Marriage and family are not private institutions and have long been subject to state regulation and control. State policies and laws govern both institutions, blurring the private/public binary. These patriarchal policies, in turn, discriminate against women and limit their rights. In Iran and elsewhere in the Middle East, marriage, divorce, and inheritance are domains in which women remain subordinate to men, and their sexual and reproductive rights are particularly restricted. Iranian Romance in the Digital Age examines the evolution of the institutions of marriage and family and heterosexual intimacy in postrevolutionary Iran. The book’s significance lies in its attempt to explore Iranian heterosexual marriage, family, and romance through an interdisciplinary lens; these disciplines include ethnography, medical anthropology, sociology, history, and feminist research.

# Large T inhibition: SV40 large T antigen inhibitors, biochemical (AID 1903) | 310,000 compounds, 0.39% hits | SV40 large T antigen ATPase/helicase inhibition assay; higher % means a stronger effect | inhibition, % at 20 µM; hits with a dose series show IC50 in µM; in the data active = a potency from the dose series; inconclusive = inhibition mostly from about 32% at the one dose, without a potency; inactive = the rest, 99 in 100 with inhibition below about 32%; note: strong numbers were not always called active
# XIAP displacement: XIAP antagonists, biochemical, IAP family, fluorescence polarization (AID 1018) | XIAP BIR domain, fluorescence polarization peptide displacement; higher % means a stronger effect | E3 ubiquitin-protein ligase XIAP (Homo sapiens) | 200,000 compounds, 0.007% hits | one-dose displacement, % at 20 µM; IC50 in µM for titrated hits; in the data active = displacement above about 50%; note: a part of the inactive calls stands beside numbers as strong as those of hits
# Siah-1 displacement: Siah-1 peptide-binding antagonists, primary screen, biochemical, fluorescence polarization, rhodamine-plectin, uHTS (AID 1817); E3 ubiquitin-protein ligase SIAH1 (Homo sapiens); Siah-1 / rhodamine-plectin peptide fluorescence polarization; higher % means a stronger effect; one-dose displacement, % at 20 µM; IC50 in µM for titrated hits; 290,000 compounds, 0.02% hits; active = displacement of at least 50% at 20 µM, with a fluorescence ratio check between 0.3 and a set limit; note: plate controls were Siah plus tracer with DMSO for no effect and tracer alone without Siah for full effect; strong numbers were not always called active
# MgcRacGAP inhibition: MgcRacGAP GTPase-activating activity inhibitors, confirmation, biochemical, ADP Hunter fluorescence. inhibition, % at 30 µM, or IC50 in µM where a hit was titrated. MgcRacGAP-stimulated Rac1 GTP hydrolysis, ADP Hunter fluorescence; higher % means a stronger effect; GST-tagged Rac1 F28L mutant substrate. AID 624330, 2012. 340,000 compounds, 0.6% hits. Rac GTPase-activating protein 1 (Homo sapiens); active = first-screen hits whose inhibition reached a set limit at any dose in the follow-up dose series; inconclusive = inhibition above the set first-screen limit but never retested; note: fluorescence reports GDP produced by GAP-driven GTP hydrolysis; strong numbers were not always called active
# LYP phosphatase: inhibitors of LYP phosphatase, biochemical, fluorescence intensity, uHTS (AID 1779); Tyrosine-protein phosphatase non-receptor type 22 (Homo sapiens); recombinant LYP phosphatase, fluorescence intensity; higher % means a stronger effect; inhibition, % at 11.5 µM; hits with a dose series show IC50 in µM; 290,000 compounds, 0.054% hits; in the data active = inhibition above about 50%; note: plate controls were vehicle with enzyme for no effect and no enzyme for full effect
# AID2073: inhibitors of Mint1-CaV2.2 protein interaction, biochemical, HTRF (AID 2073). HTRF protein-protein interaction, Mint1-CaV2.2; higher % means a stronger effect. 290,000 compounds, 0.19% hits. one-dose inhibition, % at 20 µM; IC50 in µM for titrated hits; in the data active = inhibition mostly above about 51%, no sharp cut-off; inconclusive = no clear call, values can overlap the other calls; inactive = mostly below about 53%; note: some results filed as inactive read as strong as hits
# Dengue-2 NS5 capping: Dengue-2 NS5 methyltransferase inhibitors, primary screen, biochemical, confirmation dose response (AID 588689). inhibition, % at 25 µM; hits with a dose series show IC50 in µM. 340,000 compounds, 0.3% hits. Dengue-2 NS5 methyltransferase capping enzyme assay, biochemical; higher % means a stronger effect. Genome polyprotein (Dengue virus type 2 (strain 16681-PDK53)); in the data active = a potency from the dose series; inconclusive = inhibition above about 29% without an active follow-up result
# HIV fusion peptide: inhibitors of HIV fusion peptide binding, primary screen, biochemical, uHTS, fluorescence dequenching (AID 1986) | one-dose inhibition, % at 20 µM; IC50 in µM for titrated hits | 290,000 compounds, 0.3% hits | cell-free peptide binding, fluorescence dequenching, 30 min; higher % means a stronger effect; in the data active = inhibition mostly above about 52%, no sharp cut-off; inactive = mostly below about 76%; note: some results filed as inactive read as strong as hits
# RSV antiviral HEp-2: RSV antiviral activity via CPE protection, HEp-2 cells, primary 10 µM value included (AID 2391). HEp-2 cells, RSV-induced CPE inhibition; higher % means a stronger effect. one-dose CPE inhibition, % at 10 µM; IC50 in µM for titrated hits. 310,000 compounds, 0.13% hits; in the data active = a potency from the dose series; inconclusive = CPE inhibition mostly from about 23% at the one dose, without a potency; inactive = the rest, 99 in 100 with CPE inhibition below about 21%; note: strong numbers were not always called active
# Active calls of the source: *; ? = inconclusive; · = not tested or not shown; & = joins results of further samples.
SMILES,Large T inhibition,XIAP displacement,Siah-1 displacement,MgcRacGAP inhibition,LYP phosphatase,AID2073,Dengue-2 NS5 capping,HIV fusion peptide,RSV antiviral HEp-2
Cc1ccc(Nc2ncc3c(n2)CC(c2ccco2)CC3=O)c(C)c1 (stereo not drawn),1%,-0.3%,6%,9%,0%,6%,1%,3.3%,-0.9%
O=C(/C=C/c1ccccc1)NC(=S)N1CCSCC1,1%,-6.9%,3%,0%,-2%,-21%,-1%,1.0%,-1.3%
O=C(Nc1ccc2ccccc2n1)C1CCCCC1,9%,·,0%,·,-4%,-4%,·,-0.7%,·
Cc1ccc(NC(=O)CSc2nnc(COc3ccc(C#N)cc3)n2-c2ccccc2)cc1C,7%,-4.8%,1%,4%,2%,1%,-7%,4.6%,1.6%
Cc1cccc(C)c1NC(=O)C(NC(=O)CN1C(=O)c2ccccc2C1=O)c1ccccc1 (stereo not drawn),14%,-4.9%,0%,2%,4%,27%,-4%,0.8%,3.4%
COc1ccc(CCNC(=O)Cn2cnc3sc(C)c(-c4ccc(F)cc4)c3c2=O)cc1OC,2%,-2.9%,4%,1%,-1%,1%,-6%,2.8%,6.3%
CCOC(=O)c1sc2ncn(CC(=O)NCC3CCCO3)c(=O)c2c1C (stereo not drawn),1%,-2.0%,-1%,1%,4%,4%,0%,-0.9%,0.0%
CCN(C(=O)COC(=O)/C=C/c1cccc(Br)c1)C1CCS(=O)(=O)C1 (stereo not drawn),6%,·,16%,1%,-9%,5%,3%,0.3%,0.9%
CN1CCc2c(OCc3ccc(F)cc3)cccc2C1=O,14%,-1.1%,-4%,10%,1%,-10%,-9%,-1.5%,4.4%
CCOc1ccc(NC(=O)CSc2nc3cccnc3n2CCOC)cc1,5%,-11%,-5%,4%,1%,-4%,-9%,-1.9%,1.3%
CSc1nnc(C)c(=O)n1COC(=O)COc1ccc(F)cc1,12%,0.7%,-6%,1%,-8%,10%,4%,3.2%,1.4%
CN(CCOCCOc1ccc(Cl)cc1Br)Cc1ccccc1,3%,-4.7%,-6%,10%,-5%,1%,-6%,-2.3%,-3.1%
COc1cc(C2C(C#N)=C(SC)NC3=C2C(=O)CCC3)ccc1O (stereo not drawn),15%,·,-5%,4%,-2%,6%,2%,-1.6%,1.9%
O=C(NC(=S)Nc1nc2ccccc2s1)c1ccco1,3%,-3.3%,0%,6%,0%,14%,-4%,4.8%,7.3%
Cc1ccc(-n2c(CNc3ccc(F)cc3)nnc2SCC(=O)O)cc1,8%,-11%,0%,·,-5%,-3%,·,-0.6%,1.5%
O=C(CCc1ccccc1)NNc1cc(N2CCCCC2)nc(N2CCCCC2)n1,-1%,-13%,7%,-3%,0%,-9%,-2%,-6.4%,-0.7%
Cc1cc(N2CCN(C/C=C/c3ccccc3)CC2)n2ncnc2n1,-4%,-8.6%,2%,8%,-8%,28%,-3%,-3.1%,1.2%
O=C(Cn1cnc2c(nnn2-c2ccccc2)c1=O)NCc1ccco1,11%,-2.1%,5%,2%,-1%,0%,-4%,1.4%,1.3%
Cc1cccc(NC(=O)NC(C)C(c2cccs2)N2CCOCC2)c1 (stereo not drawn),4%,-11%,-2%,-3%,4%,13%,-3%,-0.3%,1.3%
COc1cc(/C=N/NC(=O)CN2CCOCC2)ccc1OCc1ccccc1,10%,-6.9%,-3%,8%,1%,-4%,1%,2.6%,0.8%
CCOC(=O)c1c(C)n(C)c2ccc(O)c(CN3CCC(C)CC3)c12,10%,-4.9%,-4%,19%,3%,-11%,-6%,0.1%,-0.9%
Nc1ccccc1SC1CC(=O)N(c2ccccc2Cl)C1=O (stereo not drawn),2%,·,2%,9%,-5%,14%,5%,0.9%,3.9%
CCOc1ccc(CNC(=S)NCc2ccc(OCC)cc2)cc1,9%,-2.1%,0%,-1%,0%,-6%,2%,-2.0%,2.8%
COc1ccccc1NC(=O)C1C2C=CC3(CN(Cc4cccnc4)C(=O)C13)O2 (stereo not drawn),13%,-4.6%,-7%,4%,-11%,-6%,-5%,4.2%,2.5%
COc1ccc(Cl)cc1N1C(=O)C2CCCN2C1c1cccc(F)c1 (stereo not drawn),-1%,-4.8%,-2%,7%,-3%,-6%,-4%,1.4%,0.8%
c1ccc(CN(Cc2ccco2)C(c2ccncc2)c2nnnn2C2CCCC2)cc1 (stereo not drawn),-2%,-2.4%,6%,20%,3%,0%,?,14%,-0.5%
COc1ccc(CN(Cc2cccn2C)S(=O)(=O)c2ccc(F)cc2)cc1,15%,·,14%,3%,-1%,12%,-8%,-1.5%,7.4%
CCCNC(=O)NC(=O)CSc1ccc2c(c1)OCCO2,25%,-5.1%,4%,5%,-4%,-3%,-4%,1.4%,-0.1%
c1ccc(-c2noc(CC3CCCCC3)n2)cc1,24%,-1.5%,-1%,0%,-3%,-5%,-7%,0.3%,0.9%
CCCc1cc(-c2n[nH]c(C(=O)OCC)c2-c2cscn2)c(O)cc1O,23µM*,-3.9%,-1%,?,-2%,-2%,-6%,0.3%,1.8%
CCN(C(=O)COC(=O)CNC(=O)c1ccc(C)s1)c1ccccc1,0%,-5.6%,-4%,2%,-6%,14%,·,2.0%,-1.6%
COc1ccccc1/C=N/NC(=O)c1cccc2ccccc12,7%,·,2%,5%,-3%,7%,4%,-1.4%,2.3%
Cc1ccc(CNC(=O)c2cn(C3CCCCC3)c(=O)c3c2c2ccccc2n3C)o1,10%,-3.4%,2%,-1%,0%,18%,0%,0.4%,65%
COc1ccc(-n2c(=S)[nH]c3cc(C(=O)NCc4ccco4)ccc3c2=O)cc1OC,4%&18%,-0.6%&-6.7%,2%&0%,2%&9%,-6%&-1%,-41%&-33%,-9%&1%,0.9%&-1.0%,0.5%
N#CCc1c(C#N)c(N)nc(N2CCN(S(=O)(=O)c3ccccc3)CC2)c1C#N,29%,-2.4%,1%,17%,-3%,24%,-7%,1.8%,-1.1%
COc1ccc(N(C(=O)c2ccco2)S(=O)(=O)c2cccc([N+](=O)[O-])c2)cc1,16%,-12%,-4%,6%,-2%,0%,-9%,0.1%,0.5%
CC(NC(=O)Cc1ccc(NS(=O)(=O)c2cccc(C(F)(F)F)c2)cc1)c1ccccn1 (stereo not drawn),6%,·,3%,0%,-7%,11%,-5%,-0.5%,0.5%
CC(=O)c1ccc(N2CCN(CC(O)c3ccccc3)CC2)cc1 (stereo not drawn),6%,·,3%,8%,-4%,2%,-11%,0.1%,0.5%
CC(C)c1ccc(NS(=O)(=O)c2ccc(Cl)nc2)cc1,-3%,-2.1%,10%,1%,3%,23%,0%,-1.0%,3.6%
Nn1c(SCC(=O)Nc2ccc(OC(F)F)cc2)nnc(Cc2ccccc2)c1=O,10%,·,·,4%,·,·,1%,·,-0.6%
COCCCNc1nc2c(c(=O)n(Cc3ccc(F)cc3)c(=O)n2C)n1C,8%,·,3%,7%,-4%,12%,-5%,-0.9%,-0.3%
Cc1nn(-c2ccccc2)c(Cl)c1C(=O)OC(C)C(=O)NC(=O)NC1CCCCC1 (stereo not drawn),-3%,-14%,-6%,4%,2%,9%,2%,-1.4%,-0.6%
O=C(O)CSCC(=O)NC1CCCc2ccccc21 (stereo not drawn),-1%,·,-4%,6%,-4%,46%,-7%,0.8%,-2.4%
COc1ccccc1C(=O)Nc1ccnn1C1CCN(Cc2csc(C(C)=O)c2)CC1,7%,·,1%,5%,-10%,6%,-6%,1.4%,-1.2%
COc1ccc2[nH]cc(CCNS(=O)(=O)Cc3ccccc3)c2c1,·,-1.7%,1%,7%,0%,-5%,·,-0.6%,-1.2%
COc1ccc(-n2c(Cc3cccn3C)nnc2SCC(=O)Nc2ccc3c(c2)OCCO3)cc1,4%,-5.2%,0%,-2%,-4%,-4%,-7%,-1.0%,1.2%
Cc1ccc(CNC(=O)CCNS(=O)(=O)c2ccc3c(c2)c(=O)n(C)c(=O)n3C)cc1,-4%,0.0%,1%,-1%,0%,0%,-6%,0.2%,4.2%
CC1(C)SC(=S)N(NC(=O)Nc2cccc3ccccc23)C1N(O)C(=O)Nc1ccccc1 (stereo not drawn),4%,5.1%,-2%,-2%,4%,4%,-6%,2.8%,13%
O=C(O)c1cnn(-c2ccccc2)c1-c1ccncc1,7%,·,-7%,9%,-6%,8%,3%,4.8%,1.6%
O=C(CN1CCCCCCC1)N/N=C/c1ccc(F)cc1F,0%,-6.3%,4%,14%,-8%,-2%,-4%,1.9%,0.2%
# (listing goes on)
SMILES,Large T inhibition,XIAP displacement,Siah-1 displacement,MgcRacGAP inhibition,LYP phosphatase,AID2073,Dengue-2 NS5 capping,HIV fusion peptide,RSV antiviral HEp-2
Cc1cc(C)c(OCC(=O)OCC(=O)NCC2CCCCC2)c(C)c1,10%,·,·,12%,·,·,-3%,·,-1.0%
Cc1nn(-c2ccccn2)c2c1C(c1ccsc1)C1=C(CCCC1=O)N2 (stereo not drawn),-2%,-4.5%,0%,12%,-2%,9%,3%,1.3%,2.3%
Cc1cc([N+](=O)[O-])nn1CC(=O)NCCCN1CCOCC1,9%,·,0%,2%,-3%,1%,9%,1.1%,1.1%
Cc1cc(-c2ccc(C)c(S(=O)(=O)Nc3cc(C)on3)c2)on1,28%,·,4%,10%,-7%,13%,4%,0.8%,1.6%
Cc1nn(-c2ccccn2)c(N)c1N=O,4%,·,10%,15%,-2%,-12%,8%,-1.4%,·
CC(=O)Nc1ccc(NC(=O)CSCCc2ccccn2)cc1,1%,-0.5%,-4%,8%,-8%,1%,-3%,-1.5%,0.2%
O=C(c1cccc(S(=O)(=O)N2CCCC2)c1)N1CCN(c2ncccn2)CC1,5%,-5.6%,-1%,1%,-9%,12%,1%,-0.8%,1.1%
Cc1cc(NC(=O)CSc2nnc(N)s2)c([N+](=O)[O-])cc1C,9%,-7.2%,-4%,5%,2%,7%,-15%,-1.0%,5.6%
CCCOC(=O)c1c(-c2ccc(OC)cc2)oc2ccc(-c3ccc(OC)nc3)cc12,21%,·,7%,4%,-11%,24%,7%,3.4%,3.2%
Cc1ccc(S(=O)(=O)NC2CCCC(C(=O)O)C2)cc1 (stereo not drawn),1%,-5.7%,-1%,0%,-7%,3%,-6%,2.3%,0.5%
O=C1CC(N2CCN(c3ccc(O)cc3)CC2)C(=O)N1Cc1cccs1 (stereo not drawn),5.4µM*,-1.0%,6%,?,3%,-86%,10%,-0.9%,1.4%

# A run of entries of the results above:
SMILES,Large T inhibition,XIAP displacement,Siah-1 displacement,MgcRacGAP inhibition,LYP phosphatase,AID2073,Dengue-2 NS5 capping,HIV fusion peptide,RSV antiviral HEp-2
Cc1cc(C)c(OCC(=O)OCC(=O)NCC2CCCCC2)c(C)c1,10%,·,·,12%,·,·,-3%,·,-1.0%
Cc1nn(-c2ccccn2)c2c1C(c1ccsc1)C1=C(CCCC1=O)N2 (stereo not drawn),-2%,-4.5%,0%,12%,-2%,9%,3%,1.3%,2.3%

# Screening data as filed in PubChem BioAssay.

Women’s narratives and experiences of romance and marriage take a central stage in the edited volume. The book provides a glimpse of women’s everyday life under the Islamic...

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